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American childcare - any experiences?

(7 Posts)
Millbrook Thu 26-Oct-17 09:51:03

My son and daughter in law live in the US, and I am horrified by the lack of maternity leave. 3 months max, which means 2 of my grandchildren will be in full time nursery (8 til 6) from 3 months old. The eldest was in nursery in the U.K. for 3 days a week (9-4) from 9 months. The UK nursery was very high quality, but the US option seems to be much less regulated, staffed with unqualified carers etc. Obviously the kids 'can't afford' the more expensive options. There is zero free childcare in the US, unlike here.
I worry constantly about the impact this will have on all of them. There's nothing I can do, but I wondered if anyone in here has any experience of US childcare and can reassure me a bit?!

Bluegal Thu 26-Oct-17 15:22:20

I don't have any first hand knowledge of American Nursery provision, only that there must be a LOT of nurseries to choose from, for parents who continue to work.

I am sure your Son and DIL will do their homework and visit several nurseries, asking the appropriate questions. Engaging with staff and seeing things for themselves should give them some peace of mind (or not).

This used to be the case over here remember? where childcare wasn't regulated like it is today and anyone could become a paid child minder. My friend was one and she networked with other child minders who were all excellent also. Non of them were registered. I am not saying there weren't any bad ones but getting it into perspective there were more good than bad.

If your son or DIL have no option to care for their baby themselves (i.e. take a career break) then they will just have to pick one they have faith in (and remain vigilant at all times). If there is any doubt about anything then they should look elsewhere.

I do, however, understand how you feel as I wasn't happy about my GC going to 'registered' nurseries at such a young age. I felt apprehensive too (all turned out o.k. have to say).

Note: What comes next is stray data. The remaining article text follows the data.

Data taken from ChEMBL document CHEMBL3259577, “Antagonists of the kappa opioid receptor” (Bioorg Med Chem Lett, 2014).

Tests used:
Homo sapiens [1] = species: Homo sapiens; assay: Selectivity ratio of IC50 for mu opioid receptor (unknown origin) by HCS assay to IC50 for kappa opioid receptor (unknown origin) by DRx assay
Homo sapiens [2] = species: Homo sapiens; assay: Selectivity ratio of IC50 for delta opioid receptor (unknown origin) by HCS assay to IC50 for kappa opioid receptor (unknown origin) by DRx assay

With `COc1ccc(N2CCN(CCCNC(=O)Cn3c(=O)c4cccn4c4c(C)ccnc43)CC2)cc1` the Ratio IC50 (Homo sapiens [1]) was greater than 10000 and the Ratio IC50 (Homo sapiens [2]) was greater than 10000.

I am sure they will all be fine and I think what you are experiencing is very normal 'Grandma' worries especially as you are so far away. Try to keep your own council though otherwise your Son and DIL may feel you are adding to their worries by voicing yours. Good luck Millbrook

Millbrook Tue 31-Oct-17 10:33:08

Thanks for that really helpful reply Bluegal. I am sure you are right about things being better than I think.
Sadly neither of them feel able to have a career break. But I would certainly never say anything to them about my they bring up their children is their choice, and it's not appropriate to voice an opinion; I just feel sad that there is nothing I can do to help.

Hopefully it will all work out ok and the kids (and marriage) will survive and thrive!

SueDonim Tue 31-Oct-17 12:53:07

My son lives in the US with his American wife and two children. The children have been in day care since they were small and seem to have emerged unscathed! They're now 4 & 7yo.

When babies, they went to what we in Britain would call a childminder - I forget what term they used. She was absolutely lovely, you could just tell as you walked in the door that she adored these little ones.

When they got older, they went to daycare and 'kindie', which gave them full, rich lives and lots of little friends.

I'm a great believer in instinct and if somewhere feels right, then go for it. Conversely, if it doesn't feel good, even if it ticks all the boxes on paper, walk away.

I hope your GC are happy in their care settings!

Millbrook Sun 12-Nov-17 09:33:16

Well it sounds like your family have had a positive experience with US childcare, so fingers crossed it will be the same for mine. Thanks for taking the time to reply.

Hilltopgran Sun 12-Nov-17 14:54:23

My daughter had to return to work after 4 months in Spain, so I think we are used to a very different system in the UK. Curently one grandchild is in nursery in US and he loves it. Children spend longer in nursery in the states because they start school the year in which they are 6. All the US nurserys my DD looked at had great facilities with lots of outside space and the children encouraged to explore. One country my DD lived in women only had 1 month for maternity leave.

Millbrook Sat 18-Nov-17 11:25:55

They don't start school til they are 6?! I had no idea. Maybe I should start researching the American education system, although that might tip me over the edge!
Coming round to the fact that they live in a different country and that, while I think it's sad that they are bringing them up the way they are, at least I won't have to be around to cope with the fallout, if there is any.
One month sounds pretty harsh. We're so lucky to have half decent maternity rights in this country (so far anyway!)